Edith Head: The Fifty-Year Career of Hollywood's Greatest Costume Designer
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Never before has the account of Hollywood’s most influential designer been so thoroughly revealed—because never before have the Edith Head Archives of the Academy of Motion Picture Arts and Sciences been tapped. This unprecedented access allows this book to be a one-of-a-kind survey, bringing together a spectacular collection of rare and never-before-seen sketches, costume test shots, behind-the- scenes photos, and ephemera.
and a row of buttons down Hunt’s back. They were all perfectly beautiful and could have been worn by any college student that season. However, the suit of gray Kasha trimmed in platinum fox that Hunt also wore, may have been out of the reach for the typical college student of the period. Hunt wore a daffodil tulle gown with gold sequins on the skirt and waistband from College Holiday, to the various parties and theatres in Washington D.C., and finally to the White House for all of the events
adapted it for the screen. Barbara Stanwyck was cast in the film as Leona Stevenson, a bedridden heiress to a drug fortune. When Stevenson accidentally overhears a phone conversation between two men planning to murder her, she becomes more and more frantic as her attempts to get help fail. The screen version was opened up considerably from the radio version, which had been essentially a one-woman show. Scenes were added showing Leona as a young woman, allowing Edith to design an expanded
auburn-haired actress Rhonda Fleming on screen in character parts. Producer David O. Selznick, to whom Fleming was under contract, cast the actress in moody black-and-white films such as Spellbound (1945) and the Spiral Staircase (1945). In 1949, Selznick loaned Fleming to Paramount to star opposite Bing Crosby in A Connecticut Yankee in King Arthur’s Court, and Frank Richardson assigned Mary Kay Dodson to do the designing duties on the color film. Technicolor seemed to be made for Fleming, but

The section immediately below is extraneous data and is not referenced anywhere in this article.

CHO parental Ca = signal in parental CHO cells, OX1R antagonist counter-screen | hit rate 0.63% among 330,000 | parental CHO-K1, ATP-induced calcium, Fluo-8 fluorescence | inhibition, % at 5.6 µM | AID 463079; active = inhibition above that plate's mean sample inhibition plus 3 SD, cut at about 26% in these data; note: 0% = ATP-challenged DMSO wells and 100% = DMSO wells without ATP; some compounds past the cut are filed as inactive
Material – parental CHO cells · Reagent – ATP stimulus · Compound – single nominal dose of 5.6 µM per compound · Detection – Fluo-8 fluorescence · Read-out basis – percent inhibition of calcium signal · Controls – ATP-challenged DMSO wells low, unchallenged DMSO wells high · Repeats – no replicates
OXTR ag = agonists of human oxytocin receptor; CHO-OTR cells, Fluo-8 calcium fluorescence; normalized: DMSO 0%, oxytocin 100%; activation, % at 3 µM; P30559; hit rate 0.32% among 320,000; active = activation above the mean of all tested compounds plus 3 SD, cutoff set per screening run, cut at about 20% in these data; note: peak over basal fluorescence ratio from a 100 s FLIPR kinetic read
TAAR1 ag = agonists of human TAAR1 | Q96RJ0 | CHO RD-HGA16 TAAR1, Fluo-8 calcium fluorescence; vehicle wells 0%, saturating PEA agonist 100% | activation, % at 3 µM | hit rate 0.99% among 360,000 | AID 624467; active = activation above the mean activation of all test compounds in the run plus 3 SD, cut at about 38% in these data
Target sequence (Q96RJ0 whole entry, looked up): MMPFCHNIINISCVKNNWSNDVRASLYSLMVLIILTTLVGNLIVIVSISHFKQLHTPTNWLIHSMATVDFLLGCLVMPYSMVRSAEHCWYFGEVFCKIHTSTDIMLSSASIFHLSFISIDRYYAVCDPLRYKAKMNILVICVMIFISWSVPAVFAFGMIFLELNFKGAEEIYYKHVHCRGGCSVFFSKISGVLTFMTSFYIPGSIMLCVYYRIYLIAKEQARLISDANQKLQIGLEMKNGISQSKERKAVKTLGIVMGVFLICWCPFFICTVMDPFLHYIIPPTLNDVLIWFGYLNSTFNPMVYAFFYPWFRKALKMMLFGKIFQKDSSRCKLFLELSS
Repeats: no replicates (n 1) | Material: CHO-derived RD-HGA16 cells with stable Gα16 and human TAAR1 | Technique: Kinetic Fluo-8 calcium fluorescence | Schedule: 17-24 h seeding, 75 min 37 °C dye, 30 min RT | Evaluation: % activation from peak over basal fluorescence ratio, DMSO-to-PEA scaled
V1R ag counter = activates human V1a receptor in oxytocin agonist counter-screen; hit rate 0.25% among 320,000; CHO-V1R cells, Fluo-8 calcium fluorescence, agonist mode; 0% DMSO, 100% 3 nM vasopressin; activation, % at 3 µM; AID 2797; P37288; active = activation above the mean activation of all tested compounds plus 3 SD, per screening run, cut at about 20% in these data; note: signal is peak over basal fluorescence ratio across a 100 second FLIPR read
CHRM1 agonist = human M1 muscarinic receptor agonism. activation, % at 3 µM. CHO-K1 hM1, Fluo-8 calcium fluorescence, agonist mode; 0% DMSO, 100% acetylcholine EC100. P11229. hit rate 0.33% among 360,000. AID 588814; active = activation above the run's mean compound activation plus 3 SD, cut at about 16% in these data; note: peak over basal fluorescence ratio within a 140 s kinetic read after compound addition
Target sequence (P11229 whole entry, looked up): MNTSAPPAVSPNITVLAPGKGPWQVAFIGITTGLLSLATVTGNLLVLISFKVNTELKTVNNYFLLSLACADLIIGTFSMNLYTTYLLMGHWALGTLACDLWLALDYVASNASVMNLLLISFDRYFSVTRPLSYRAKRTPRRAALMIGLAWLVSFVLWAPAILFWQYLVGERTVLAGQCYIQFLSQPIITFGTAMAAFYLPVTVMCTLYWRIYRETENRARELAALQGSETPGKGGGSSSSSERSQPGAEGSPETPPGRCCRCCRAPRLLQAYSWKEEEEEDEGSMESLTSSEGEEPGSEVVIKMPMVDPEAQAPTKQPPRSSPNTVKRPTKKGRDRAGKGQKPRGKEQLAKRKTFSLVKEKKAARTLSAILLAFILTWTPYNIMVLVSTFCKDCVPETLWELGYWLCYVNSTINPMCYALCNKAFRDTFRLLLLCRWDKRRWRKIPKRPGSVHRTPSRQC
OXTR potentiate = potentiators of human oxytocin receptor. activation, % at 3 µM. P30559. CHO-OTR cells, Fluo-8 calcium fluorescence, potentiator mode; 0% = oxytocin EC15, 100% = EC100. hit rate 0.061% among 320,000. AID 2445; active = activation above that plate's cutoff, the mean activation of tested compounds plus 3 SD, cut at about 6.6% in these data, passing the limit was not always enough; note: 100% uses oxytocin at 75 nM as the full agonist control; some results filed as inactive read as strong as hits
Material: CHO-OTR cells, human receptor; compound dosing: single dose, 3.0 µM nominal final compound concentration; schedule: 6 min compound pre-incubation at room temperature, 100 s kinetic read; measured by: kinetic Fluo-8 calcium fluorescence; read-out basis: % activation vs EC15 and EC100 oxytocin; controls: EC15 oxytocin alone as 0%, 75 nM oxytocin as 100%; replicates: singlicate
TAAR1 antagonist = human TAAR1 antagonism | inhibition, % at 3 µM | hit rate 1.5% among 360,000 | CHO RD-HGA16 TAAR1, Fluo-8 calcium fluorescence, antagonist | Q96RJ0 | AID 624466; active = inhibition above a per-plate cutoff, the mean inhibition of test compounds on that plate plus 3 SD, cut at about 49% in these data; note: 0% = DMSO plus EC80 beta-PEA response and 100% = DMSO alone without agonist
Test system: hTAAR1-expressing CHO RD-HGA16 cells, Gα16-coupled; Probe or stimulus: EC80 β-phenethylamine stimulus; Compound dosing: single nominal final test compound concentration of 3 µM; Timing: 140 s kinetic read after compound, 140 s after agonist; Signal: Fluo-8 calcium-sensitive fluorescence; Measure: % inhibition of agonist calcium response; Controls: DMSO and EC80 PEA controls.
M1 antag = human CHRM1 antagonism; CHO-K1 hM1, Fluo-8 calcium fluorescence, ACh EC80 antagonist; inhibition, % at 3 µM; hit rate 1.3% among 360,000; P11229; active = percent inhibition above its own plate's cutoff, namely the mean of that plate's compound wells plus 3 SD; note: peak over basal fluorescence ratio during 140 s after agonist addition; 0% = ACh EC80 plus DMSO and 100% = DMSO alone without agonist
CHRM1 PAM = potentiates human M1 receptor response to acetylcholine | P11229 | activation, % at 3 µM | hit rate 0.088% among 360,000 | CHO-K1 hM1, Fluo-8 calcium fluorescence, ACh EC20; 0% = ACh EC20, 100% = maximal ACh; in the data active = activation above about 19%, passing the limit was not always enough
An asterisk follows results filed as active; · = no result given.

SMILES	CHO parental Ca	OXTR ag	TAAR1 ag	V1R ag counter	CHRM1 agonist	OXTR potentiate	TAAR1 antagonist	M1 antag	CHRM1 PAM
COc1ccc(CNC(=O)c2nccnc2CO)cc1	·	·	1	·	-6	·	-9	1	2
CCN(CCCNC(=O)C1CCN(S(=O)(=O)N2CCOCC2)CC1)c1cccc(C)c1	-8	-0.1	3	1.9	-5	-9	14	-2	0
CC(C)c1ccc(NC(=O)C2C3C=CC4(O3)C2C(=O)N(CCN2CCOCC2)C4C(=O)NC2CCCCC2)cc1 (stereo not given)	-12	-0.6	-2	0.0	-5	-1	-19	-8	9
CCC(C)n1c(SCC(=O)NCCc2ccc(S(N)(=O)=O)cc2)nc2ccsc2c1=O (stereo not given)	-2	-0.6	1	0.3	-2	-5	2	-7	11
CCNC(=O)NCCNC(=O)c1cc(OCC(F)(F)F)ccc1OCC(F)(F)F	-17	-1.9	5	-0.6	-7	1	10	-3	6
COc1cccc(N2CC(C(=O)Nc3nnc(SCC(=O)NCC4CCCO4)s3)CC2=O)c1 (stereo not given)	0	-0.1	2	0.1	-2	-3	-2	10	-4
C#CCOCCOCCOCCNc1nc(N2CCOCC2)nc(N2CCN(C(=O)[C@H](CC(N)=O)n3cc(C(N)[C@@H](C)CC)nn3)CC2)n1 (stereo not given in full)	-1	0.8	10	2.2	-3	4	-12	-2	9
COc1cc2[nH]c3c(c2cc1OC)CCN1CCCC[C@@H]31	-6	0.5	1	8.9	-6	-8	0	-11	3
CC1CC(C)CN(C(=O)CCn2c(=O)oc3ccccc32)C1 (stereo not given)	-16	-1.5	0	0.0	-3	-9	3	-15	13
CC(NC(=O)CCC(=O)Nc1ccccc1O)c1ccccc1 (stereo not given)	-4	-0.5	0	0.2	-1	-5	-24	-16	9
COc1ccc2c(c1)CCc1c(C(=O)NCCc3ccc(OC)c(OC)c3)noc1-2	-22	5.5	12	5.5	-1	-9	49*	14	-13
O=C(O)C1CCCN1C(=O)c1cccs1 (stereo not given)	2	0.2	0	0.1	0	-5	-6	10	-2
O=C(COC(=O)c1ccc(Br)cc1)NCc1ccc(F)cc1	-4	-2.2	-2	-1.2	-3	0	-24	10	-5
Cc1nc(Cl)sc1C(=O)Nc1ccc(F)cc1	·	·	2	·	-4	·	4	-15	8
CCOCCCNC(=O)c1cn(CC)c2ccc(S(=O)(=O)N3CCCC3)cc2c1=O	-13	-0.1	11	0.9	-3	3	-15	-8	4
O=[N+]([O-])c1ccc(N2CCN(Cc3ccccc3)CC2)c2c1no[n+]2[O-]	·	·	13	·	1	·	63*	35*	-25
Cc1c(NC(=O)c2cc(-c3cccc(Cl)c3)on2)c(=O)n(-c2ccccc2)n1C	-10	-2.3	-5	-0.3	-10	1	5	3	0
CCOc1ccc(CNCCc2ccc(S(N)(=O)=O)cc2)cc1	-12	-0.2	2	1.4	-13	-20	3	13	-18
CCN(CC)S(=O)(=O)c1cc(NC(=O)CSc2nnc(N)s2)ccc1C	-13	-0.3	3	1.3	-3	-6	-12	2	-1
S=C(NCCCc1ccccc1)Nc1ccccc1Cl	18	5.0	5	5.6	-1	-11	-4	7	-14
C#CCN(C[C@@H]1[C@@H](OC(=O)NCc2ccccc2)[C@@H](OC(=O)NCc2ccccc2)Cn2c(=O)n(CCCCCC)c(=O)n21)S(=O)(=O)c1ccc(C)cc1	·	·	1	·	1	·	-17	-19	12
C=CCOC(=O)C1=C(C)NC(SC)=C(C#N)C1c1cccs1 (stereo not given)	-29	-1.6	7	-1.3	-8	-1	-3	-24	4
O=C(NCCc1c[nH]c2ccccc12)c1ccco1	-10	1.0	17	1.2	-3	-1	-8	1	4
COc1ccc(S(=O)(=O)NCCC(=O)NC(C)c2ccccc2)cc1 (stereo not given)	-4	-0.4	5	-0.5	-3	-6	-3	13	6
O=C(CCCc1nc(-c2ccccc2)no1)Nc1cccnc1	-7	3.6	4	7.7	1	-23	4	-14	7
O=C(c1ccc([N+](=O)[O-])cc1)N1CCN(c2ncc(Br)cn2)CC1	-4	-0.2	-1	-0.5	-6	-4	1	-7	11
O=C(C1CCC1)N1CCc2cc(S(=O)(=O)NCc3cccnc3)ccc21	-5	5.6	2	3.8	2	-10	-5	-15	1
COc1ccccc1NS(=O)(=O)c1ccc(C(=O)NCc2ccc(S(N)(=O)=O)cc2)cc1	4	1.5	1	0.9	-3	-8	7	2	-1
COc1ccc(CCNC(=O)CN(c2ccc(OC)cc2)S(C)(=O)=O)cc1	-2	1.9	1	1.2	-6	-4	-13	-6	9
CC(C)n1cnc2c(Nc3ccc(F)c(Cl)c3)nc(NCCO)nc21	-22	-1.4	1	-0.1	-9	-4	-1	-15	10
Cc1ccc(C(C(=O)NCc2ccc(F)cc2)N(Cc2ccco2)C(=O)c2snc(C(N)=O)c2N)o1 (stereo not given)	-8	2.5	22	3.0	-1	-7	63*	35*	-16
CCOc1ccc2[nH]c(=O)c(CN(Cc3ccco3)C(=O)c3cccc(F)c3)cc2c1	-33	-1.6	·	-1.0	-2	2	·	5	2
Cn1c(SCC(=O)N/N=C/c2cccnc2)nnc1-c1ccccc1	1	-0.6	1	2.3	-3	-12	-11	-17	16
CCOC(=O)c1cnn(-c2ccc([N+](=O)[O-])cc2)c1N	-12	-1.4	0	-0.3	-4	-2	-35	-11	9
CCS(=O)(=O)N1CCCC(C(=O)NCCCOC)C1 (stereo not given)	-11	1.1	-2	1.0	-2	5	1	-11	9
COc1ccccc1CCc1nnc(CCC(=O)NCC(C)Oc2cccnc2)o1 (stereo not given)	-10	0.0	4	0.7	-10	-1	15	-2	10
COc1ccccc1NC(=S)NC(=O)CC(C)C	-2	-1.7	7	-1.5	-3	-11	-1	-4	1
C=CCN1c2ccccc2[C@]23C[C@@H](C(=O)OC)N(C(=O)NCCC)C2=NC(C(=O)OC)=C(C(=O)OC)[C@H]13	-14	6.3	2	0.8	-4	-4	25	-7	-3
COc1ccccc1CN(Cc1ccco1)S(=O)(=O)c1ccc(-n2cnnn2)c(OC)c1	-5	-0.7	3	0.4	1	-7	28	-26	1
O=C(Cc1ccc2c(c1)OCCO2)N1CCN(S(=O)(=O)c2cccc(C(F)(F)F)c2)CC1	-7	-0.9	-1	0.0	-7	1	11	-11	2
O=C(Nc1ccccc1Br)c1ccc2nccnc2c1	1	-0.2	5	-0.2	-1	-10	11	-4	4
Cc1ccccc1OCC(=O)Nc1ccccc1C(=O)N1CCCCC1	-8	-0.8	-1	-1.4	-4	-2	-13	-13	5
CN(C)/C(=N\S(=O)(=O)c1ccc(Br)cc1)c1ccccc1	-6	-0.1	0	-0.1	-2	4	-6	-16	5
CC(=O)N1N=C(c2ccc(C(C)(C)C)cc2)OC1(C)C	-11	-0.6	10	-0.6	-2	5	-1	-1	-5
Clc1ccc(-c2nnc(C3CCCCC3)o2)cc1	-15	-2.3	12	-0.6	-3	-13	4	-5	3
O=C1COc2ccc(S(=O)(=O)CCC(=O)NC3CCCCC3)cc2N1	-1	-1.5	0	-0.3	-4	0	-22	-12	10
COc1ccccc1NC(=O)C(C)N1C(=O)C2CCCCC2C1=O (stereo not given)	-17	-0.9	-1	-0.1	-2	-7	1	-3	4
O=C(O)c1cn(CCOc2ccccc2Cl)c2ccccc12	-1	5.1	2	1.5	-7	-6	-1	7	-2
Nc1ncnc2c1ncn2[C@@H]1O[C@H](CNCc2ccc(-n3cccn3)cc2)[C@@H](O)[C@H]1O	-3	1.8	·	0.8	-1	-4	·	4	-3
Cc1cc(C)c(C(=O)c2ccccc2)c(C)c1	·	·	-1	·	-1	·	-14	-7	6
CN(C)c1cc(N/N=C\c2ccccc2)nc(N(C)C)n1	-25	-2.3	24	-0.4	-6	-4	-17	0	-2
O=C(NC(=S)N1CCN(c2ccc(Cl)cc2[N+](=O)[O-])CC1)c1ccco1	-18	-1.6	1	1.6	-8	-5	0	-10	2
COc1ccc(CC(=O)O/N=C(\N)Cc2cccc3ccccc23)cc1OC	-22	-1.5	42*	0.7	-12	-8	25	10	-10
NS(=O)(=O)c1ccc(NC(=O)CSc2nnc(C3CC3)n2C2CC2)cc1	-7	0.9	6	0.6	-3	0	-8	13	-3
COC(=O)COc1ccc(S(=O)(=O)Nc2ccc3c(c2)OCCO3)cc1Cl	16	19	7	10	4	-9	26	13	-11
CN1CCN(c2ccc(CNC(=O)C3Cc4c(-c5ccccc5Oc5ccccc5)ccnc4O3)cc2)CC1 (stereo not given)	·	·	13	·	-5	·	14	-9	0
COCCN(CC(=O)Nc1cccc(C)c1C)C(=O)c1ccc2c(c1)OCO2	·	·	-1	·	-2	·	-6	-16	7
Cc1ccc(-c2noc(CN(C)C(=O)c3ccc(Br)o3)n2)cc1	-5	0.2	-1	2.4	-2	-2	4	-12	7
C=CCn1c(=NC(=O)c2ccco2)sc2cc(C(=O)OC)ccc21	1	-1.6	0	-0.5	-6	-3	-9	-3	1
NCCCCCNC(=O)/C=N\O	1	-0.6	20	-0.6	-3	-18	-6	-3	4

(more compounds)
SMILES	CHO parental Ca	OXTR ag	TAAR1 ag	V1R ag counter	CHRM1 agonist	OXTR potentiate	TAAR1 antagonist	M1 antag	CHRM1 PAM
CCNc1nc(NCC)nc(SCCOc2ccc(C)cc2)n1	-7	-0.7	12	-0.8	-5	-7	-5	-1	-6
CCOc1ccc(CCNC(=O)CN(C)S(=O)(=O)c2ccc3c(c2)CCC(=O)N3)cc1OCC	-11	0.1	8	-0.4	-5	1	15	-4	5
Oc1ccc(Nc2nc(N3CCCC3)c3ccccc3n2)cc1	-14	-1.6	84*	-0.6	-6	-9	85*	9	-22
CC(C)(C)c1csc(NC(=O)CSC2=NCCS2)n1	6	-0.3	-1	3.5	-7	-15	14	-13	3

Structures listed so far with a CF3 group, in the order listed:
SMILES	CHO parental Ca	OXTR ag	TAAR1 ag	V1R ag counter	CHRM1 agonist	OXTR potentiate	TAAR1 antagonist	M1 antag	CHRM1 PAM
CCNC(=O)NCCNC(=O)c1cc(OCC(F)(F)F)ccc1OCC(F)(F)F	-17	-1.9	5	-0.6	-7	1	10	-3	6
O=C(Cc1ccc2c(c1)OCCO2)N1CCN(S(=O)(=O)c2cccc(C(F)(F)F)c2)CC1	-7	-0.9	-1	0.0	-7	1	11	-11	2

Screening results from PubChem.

Edith and director Frank Capra playfully adjust the swimsuit of Carolyn Jones on the set of A Hole in the Head. In 1956, producer Hal Wallis had a young man screen tested for the role in The Rainmaker that eventually was given to Burt Lancaster. Wallis still signed the man to a non-exclusive seven-year-contract and, realizing that heavily dramatic parts were not necessarily his best fit, began to develop light frothy musicals to showcase him. Elvis Presley had gyrated his way to fame on the
in a polyester-knit fabric. At the time, airline uniforms were short and sexy. But since Bisset was going to meet with a disaster, the uniform was kept on the conservative side. In an interview seven years later, Edith credited Bisset with having “one of the greatest bodies I’ve ever worked with. But besides that she is rather the opposite, because she is so damned intelligent. It’s a strange combination, almost a double personality.” Helen Hayes won an Oscar for her role as Ada Quonsett, the